Use of central venous access devices and its complications in neonates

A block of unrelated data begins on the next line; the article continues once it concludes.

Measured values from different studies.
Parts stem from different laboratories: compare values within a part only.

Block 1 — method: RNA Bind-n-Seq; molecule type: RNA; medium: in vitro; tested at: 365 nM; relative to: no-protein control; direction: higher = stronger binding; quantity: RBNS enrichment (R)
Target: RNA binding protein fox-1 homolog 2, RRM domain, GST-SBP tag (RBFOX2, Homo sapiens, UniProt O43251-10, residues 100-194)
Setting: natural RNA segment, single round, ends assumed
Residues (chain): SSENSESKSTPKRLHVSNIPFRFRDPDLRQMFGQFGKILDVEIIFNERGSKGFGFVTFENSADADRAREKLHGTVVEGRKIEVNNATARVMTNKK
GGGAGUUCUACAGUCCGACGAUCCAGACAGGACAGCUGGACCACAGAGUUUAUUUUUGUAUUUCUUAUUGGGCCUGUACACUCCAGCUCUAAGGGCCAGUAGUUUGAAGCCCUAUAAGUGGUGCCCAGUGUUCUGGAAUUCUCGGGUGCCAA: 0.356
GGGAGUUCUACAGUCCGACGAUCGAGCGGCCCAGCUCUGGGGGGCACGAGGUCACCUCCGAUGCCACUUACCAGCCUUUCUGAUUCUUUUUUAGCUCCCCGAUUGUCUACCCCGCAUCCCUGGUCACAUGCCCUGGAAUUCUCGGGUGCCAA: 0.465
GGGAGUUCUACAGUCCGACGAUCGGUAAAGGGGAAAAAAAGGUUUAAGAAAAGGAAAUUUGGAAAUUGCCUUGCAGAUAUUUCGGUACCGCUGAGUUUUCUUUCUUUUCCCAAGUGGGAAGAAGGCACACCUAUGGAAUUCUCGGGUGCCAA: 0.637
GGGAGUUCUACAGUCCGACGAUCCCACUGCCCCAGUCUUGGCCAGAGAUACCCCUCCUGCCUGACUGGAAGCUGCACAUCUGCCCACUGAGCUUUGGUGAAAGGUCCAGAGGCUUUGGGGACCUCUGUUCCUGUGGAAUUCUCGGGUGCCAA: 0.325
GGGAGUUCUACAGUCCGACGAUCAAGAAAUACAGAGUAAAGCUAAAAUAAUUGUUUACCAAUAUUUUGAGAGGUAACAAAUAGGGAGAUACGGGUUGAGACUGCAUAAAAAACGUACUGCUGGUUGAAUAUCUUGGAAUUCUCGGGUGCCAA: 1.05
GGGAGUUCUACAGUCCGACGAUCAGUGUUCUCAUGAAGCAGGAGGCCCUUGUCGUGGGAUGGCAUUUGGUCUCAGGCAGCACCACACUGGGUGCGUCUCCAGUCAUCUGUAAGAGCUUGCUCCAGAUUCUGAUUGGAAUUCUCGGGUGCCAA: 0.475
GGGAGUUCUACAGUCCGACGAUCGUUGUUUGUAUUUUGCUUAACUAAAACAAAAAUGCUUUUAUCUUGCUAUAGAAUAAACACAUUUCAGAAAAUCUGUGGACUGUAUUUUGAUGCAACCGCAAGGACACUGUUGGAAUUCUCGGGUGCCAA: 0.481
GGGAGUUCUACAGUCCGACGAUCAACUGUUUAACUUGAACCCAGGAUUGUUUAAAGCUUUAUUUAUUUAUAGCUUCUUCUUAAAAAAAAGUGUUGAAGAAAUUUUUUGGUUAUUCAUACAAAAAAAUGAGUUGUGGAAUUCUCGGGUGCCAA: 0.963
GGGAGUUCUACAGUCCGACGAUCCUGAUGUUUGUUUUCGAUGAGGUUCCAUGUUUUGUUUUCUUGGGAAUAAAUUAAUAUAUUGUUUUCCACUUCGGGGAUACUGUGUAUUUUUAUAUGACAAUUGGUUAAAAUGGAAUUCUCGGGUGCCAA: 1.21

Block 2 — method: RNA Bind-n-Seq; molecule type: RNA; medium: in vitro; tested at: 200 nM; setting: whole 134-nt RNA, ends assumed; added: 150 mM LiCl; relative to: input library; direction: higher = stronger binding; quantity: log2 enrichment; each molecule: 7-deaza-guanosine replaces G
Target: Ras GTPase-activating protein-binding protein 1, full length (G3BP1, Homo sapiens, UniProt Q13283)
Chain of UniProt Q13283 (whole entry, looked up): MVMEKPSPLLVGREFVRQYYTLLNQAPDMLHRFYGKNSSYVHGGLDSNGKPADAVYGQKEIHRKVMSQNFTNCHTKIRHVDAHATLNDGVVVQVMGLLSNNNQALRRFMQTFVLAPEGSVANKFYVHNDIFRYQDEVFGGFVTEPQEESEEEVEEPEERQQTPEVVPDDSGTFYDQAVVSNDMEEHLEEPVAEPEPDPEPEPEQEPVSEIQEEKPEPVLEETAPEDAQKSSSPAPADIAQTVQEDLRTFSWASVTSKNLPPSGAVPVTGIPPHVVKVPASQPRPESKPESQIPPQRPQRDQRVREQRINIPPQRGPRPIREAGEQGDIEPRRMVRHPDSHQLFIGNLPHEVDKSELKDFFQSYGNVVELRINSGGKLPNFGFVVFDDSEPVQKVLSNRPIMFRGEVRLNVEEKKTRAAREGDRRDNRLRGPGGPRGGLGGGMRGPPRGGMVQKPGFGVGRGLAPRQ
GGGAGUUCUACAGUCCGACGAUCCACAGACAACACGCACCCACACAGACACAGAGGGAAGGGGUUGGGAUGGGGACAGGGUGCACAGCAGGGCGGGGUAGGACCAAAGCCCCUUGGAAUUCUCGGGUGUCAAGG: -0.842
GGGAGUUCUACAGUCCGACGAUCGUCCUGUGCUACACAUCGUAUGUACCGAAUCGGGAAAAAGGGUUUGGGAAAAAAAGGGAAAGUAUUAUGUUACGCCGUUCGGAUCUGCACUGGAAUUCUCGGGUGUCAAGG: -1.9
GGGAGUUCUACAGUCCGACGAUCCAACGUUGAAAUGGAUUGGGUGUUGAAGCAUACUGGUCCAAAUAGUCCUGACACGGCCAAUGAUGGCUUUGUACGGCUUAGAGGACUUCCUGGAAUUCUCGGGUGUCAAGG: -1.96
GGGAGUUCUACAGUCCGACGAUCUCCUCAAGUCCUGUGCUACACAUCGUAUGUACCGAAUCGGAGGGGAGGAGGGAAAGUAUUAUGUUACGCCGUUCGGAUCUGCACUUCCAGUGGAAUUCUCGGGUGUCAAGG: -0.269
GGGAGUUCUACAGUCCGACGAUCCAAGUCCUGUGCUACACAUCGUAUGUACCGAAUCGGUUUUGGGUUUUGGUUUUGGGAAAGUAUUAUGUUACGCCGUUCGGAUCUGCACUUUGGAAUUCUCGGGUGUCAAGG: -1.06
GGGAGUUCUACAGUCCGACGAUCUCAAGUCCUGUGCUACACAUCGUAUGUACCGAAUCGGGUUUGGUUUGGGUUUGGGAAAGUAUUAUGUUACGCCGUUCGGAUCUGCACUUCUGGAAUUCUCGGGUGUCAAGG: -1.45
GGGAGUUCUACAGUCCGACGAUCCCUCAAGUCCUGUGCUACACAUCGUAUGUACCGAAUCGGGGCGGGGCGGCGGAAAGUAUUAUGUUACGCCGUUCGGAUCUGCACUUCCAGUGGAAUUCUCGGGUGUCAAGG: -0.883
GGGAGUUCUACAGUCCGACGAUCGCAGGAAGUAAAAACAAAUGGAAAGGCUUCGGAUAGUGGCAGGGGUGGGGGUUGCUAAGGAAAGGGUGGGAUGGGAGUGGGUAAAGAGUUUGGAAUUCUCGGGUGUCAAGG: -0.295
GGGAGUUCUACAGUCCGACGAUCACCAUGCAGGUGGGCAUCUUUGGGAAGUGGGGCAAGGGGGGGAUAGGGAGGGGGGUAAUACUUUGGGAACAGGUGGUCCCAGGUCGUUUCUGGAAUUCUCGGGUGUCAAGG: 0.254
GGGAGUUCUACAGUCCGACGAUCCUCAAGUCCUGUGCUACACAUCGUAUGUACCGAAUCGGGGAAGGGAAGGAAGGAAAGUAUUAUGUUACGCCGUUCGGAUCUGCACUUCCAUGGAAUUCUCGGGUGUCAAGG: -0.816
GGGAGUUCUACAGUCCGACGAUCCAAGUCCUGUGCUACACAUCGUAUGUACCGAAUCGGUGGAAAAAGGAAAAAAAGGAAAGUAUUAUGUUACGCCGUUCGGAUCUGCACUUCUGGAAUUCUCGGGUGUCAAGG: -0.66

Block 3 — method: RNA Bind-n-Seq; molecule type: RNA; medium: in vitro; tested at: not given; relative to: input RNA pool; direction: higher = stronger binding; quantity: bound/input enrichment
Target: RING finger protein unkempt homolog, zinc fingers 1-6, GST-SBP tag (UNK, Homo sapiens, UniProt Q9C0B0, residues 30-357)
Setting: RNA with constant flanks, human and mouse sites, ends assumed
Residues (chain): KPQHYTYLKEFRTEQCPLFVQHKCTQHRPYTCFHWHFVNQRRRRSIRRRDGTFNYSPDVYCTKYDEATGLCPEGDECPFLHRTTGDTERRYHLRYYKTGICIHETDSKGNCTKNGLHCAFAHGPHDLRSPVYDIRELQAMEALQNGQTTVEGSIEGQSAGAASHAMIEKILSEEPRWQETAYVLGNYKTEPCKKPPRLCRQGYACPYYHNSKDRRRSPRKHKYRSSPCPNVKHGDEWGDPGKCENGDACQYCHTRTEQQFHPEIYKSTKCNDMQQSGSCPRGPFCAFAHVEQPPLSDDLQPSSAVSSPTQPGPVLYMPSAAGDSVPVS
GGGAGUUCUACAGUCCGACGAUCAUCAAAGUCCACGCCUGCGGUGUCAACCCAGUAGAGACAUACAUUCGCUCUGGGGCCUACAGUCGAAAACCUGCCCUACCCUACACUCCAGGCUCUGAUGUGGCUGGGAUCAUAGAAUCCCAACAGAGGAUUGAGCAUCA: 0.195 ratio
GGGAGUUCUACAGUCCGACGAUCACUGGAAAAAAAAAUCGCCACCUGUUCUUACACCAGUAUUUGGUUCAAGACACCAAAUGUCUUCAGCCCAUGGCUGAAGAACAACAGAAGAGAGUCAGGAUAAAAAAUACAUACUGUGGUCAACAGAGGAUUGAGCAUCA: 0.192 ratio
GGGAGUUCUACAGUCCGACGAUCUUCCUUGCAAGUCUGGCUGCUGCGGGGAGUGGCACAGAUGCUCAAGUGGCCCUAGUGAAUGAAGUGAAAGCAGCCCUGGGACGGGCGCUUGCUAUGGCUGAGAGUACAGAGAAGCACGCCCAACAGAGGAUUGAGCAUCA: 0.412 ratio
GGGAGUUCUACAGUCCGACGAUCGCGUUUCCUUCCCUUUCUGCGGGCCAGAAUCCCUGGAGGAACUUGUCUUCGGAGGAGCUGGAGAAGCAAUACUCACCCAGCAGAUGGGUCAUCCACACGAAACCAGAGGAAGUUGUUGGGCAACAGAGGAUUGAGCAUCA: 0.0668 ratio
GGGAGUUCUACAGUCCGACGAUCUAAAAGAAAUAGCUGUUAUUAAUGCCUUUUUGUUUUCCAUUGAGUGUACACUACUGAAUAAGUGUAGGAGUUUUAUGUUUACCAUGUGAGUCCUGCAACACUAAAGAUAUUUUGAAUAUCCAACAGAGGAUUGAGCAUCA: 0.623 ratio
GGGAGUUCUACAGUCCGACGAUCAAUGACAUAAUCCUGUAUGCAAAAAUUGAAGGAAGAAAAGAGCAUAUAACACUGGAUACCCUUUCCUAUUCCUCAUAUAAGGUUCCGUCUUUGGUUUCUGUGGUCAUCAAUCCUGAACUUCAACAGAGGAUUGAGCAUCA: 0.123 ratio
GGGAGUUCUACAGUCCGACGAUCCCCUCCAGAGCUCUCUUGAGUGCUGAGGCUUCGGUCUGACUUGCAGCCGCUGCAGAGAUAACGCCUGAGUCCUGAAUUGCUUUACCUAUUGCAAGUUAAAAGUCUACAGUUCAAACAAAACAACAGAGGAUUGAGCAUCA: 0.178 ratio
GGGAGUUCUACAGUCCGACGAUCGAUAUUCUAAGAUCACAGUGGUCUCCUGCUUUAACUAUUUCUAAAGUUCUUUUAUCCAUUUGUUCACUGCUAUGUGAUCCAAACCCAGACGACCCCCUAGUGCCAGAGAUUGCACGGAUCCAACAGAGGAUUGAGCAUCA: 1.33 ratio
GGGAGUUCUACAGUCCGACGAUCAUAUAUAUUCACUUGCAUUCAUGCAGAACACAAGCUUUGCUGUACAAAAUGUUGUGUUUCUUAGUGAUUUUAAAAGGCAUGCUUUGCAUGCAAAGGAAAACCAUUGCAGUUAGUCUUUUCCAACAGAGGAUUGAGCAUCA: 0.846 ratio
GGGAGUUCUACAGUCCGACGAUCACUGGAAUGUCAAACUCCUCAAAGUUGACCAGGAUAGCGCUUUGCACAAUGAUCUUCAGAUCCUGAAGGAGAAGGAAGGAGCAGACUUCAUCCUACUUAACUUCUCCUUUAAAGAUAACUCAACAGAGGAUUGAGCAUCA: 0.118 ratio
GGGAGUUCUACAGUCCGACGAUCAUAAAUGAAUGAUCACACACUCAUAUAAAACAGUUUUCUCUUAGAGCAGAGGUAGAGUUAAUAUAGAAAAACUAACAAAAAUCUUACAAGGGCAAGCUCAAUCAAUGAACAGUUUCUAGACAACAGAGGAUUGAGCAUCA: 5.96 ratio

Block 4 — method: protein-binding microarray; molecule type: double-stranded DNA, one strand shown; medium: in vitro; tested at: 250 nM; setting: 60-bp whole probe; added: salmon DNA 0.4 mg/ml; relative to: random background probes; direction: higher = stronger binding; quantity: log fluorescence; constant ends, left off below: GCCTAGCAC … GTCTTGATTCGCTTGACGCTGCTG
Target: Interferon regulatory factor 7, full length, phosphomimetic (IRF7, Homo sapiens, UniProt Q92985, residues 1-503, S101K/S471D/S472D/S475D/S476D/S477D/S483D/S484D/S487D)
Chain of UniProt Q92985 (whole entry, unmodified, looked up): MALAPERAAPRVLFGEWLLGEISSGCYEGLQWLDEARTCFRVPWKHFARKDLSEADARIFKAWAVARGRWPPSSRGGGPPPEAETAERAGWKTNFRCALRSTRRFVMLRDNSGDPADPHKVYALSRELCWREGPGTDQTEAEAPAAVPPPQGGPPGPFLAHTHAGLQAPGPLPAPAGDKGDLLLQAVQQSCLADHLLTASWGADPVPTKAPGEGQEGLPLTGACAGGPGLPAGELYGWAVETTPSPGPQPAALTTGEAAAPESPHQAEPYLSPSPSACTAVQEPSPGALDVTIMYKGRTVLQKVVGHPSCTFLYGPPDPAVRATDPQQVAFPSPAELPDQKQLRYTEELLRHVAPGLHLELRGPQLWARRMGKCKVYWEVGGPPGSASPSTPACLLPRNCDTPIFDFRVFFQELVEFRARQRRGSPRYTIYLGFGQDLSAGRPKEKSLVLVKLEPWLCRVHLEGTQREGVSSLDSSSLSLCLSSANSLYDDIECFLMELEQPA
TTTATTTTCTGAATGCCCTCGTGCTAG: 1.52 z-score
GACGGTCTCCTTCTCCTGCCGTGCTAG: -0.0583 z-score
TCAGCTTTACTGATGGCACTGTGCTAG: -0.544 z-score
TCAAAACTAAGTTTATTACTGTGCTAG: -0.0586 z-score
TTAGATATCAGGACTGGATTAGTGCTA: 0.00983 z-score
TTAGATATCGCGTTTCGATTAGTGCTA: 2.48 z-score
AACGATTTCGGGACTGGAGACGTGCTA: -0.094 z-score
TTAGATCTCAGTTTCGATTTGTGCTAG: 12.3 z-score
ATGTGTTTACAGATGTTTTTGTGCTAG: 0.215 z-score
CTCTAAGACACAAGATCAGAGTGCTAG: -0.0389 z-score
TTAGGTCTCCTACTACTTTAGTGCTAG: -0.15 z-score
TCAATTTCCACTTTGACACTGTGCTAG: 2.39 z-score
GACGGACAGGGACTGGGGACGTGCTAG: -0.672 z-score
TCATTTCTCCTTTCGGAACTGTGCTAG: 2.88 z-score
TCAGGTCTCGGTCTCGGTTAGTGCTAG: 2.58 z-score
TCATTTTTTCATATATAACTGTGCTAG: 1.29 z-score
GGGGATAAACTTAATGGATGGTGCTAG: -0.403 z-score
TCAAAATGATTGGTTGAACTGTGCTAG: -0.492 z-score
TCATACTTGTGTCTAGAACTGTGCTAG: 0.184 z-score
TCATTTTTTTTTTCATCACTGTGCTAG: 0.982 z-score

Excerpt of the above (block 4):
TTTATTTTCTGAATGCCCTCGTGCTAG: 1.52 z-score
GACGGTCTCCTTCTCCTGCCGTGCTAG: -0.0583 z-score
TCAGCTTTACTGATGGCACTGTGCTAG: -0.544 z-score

Background: Intravenous therapy is a major component in the health care and appropriate research-based knowledge is essential to ensure positive patient outcomes. Objective: The objective of the study was to study the use of Central Venous Access Devices (CVADs) and their complications in neonates in routine practice. Methods: A prospective observational study was conducted at a tertiary care neonatal intensive care unit (NICU) on 40 newborns. CVADs were inserted in neonates, who had been anticipated to have intravenous access for >7 days. CVADs used in the study included Peripherally Inserted Central Catheters (PICCs) and umbilical venous catheters. CVADs were inserted under strict aseptic precautions as per international guidelines, and maintenance protocols followed. Monitoring for complications was done daily. Central Line Associated Blood Stream Infection (CLABSI) was established by a combination of suggestive clinical signs and blood culture reports as per Centre for Disease Control and prevention definition. Results: Extremely low birth weight neonates contributed 40% of the patients. PICC insertions formed the 85% of the devices used. Basilic vein was the preferred site of the insertion in almost one-half of the patients. 80% of the PICCs in neonates were used to administer total parenteral nutrition. CLABSI was the most common complication occurring at a rate of 7.5/1000 catheter days. Other complications were occlusion, suspected infection, accidental displacement, and thromboembolism. Conclusion: Central venous catheterization is a safe and efficient procedure with minimal complication in neonates. This study emphasizes its use whenever prolonged intravenous access requirement is expected.
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